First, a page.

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Market Research - Hay Drying Machine

alfalfa horse small square equipment hay

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#1 KyHay111

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Posted 29 August 2017 - 08:29 AM

I have a market research question for hay producers, particularly those raising hay for horses.  We have about 40 acres of alfalfa/orchard grass from which we bale about 10,000 small square bales a year for sale to people with horses (except any bad hay we round bale and feed to the cows).  
 
We have found that it is becoming increasingly difficult to dry alfalfa hay evenly while still maintaining color and keeping the leaves.  Usually, when the hay on top looks dry and ready to go, there is some higher moisture hay underneath that will be enough to make the bales, well, questionable.  Our typical process is to mow the hay in the morning (with a mower conditioner), ted the hay the next two mornings after the dew comes off, then rake the hay the next morning after the dew comes off, and bale it that evening so that we can just barely get done before the dew starts coming in.  Sometimes on baling day we will ted it in the morning and rake it in the afternoon if it we thought it wasn't going to be totally dry.  Maybe the weather changed or maybe I'm crazy, but it seems harder to dry the hay than it was 20 years ago.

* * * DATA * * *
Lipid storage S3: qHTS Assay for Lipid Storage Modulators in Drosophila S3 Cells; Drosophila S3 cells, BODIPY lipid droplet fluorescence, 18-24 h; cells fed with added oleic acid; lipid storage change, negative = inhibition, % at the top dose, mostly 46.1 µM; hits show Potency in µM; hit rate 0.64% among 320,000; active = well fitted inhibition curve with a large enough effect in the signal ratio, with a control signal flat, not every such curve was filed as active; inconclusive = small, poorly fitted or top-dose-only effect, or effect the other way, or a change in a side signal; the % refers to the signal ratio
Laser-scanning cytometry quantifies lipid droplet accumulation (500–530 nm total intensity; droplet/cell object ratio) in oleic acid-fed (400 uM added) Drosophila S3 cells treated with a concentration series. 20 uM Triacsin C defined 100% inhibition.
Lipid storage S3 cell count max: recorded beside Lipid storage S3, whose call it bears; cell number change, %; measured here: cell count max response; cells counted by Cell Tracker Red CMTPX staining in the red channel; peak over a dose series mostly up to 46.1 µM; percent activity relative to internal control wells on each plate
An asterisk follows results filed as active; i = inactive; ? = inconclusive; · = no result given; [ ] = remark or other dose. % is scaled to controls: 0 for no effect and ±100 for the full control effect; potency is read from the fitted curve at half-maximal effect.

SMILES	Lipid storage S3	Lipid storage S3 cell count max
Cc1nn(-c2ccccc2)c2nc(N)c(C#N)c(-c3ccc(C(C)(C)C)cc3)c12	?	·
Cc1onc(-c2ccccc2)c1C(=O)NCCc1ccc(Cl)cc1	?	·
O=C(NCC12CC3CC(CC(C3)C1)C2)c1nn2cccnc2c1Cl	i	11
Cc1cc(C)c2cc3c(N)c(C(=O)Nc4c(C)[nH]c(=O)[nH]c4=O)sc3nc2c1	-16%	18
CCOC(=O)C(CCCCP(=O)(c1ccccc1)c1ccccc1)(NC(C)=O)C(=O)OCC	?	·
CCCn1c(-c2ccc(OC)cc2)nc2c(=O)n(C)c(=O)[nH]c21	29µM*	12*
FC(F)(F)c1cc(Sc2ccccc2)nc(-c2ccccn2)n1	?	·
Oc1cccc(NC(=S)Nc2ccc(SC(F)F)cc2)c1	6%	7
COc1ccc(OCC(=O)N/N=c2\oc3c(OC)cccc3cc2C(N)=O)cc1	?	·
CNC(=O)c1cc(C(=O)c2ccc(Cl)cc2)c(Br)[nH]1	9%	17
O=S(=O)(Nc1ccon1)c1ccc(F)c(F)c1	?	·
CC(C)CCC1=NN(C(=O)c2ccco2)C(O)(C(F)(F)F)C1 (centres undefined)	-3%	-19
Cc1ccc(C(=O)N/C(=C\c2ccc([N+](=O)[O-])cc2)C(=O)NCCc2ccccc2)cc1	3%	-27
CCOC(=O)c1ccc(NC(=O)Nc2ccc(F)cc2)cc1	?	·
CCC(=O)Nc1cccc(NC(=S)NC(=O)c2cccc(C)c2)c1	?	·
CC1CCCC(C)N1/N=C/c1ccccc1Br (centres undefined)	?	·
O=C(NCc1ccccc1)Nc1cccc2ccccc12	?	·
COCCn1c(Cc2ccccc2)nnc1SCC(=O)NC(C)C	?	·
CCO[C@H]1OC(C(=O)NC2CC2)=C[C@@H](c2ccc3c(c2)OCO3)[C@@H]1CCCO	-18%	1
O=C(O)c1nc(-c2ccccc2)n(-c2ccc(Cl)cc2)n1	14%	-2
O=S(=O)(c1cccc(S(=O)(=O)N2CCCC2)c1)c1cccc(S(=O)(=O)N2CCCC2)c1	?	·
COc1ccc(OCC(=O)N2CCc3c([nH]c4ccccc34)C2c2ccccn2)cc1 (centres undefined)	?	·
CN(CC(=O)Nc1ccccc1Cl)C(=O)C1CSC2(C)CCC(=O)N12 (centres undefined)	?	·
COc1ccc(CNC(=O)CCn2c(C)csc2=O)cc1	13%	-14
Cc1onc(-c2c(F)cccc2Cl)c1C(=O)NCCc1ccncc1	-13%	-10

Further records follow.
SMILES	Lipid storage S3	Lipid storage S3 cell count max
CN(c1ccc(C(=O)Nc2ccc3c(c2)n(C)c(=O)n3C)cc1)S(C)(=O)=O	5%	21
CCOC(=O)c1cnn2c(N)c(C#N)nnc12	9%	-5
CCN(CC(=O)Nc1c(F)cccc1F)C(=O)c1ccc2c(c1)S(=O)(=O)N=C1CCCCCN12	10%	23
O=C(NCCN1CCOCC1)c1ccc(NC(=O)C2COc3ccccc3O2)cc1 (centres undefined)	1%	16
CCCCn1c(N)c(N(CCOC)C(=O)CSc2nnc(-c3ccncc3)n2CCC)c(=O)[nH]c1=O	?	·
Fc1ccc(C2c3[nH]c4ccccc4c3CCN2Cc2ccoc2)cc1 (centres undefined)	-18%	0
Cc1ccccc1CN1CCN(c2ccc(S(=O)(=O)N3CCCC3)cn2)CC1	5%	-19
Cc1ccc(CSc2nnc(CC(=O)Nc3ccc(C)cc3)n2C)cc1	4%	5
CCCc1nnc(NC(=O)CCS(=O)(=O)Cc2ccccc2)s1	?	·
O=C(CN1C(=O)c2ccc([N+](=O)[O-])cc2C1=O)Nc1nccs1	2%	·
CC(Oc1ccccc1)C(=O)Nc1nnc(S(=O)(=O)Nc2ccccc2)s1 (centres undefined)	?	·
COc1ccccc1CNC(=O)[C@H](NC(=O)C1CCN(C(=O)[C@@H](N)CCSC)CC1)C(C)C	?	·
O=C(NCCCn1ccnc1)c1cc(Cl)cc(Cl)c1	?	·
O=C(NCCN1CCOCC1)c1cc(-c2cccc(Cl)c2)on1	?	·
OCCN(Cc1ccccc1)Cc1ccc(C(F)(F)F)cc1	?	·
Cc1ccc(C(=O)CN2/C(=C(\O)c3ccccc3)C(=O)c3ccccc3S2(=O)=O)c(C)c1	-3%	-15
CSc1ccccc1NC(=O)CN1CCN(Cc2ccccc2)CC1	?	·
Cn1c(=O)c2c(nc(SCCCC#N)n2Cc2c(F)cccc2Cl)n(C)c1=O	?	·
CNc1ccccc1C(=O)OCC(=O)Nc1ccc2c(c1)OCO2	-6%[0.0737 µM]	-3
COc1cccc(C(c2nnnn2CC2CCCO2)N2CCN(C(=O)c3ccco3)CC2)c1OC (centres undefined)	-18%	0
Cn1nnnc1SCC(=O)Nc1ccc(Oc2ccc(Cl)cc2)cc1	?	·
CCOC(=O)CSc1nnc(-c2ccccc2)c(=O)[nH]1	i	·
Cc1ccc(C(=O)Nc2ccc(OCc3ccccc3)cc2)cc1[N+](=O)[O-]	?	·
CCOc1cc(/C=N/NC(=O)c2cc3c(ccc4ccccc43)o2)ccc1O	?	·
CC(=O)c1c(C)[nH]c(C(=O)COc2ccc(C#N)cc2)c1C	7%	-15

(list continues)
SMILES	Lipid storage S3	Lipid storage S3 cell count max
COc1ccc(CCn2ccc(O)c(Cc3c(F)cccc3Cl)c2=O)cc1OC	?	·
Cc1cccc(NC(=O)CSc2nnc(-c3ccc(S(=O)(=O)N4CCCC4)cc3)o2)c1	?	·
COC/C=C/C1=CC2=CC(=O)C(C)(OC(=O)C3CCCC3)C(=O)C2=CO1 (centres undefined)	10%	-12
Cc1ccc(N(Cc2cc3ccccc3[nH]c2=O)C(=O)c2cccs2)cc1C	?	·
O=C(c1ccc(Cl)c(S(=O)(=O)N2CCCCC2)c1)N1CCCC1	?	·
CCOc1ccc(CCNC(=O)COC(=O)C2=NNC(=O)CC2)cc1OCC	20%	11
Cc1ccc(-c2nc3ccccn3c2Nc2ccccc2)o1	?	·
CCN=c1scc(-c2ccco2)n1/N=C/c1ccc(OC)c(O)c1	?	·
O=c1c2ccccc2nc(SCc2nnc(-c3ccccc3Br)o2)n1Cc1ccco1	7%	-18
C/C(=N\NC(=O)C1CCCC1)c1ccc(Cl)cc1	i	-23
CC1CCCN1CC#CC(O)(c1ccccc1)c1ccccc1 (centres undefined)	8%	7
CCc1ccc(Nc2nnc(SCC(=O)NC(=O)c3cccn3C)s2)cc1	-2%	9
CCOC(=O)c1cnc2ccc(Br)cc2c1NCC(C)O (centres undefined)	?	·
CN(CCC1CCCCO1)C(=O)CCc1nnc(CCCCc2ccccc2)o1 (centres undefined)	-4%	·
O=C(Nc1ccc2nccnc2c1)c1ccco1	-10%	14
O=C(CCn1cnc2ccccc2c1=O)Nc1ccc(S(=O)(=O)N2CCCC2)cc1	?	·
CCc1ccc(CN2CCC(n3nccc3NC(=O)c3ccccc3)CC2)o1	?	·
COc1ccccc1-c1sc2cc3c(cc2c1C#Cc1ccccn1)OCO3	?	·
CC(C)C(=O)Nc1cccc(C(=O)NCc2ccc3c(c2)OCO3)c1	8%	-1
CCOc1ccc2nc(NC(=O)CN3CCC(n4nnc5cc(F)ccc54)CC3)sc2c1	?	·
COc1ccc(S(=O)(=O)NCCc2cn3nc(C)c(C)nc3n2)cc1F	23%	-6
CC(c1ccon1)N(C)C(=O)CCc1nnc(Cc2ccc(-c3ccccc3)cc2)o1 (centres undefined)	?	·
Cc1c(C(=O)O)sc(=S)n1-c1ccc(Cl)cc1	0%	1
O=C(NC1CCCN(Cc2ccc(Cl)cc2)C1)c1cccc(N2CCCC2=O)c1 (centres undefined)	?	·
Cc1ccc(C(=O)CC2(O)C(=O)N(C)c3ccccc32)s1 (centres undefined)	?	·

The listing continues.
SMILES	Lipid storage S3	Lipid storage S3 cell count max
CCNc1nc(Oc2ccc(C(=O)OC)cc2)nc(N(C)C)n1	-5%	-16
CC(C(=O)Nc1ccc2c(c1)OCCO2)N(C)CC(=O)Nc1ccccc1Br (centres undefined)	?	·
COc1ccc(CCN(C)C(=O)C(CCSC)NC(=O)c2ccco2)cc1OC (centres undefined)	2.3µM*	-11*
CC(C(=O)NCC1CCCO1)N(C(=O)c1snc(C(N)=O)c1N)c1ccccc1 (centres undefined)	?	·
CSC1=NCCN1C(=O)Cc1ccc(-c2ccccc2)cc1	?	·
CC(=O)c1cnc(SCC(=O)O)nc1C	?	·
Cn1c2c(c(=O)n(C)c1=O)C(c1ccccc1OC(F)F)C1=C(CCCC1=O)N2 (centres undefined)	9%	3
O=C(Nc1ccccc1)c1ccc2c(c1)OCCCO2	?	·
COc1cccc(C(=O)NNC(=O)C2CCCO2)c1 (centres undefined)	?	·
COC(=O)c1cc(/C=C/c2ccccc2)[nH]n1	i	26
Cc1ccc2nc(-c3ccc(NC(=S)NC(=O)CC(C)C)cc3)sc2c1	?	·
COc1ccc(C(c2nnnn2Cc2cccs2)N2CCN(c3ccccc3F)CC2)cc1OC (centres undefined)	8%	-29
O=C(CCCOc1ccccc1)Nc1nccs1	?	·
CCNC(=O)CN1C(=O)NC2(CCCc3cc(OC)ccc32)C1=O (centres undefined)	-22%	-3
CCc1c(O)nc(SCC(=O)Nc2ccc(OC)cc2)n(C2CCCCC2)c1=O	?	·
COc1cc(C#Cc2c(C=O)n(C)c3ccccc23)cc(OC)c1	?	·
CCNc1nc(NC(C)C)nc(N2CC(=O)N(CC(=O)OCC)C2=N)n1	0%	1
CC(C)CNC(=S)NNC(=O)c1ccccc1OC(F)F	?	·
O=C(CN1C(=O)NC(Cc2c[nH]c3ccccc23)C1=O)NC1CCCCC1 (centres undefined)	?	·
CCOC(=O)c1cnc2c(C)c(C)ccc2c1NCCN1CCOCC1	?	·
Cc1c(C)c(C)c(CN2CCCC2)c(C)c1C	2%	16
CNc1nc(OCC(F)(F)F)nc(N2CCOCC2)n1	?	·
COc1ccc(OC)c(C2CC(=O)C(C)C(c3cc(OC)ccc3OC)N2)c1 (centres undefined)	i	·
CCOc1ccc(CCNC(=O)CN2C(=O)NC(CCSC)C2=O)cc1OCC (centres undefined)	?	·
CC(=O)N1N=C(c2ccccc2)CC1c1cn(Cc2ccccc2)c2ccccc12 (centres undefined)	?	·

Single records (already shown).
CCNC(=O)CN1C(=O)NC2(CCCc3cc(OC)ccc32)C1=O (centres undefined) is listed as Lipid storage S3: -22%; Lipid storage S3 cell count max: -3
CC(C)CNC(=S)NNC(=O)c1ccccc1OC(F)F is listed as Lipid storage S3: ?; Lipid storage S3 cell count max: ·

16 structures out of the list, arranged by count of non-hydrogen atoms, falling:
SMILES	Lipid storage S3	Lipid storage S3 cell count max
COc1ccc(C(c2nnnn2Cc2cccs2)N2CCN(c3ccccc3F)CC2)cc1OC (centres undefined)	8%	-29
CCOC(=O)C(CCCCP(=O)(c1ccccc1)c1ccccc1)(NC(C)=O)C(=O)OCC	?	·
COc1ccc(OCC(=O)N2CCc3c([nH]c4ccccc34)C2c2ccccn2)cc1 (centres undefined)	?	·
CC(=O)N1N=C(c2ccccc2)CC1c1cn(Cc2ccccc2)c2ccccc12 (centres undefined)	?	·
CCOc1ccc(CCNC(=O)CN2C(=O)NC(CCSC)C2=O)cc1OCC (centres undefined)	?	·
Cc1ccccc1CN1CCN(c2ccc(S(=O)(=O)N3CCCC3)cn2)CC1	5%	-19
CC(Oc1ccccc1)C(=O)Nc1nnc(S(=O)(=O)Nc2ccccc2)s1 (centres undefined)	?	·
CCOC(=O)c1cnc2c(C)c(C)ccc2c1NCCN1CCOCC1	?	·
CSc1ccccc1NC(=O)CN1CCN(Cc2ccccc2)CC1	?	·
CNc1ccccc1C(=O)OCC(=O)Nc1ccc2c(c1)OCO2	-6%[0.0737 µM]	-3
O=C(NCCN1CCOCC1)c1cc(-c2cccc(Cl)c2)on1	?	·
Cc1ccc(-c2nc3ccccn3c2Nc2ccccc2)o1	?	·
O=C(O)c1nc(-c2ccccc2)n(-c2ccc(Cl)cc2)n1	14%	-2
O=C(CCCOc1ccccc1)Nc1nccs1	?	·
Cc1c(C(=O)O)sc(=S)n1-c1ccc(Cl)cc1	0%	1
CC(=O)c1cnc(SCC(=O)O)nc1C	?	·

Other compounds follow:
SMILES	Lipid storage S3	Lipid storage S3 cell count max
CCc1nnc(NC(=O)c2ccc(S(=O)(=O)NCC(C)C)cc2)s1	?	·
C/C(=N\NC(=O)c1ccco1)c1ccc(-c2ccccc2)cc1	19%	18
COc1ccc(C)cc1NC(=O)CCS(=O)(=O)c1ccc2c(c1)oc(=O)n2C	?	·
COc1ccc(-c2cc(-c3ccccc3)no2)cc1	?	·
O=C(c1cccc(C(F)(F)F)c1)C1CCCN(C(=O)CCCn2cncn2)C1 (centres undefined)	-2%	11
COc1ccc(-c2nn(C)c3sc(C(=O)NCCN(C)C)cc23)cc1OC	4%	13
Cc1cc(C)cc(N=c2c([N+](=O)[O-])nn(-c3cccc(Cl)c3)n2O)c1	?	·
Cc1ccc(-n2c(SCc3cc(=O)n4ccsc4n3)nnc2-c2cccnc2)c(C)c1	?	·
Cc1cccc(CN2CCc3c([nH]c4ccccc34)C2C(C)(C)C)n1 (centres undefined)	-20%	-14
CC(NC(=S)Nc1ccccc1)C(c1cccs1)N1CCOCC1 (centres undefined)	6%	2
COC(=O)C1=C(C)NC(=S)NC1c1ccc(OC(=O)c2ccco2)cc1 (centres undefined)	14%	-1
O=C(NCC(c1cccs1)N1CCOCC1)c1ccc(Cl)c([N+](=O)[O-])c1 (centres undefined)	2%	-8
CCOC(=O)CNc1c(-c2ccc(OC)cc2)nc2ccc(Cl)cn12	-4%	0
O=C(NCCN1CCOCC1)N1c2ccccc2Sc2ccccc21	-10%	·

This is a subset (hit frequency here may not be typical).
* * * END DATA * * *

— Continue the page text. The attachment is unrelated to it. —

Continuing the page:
I'm wondering if anyone else is having this issue, note that we live in KY and have humid summer days and generally get a heavy dew at night.  Most of our customers are very against any type of preservative, such as proprionic acid or those other preservatives that use some type of active bacteria to prevent mold.
 
So the question:  If there were a machine that would dry small square bales from 30% moisture down to 15% in 12 seconds, would you be interested in purchasing it?  The machine could either hook to the back of the baler, or be pulled through the field to pick up the bales, dry them, and put them back down (or on a trailer, etc.).  For the sake of this research, let's just assume that such a machine exists and works as good as advertised.  The return on investment could be relatively high, given the improved hay quality (and higher sale prices).  The hay would be dry with more leaves, better color, and fresher smell.  It would be all natural, with no foreign substances being added to the bale, and the bale would not be heated over 100 degrees Fahrenheit.  It may even save you a trip or two across the field with the tedder.